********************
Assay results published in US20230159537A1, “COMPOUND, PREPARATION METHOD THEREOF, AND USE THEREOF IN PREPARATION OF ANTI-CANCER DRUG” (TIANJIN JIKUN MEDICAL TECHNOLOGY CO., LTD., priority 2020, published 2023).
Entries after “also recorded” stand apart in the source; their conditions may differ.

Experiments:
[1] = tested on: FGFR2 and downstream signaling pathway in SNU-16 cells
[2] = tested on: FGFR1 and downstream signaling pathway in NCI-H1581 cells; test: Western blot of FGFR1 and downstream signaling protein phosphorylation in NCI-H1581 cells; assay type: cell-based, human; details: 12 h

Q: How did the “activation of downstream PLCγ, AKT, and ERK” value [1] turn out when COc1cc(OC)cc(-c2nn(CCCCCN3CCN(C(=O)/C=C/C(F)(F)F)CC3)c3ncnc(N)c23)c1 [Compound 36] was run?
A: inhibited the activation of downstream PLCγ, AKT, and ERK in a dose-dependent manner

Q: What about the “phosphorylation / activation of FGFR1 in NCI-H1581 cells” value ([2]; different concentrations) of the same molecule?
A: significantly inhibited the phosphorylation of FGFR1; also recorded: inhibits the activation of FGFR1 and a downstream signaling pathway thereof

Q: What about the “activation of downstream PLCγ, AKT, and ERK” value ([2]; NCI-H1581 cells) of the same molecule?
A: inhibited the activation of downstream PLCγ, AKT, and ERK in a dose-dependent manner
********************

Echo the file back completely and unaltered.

Assay results published in US20230159537A1, “COMPOUND, PREPARATION METHOD THEREOF, AND USE THEREOF IN PREPARATION OF ANTI-CANCER DRUG” (TIANJIN JIKUN MEDICAL TECHNOLOGY CO., LTD., priority 2020, published 2023).
Entries after “also recorded” stand apart in the source; their conditions may differ.

Experiments:
[1] = tested on: FGFR2 and downstream signaling pathway in SNU-16 cells
[2] = tested on: FGFR1 and downstream signaling pathway in NCI-H1581 cells; test: Western blot of FGFR1 and downstream signaling protein phosphorylation in NCI-H1581 cells; assay type: cell-based, human; details: 12 h

Q: How did the “activation of downstream PLCγ, AKT, and ERK” value [1] turn out when COc1cc(OC)cc(-c2nn(CCCCCN3CCN(C(=O)/C=C/C(F)(F)F)CC3)c3ncnc(N)c23)c1 [Compound 36] was run?
A: inhibited the activation of downstream PLCγ, AKT, and ERK in a dose-dependent manner

Q: What about the “phosphorylation / activation of FGFR1 in NCI-H1581 cells” value ([2]; different concentrations) of the same molecule?
A: significantly inhibited the phosphorylation of FGFR1; also recorded: inhibits the activation of FGFR1 and a downstream signaling pathway thereof

Q: What about the “activation of downstream PLCγ, AKT, and ERK” value ([2]; NCI-H1581 cells) of the same molecule?
A: inhibited the activation of downstream PLCγ, AKT, and ERK in a dose-dependent manner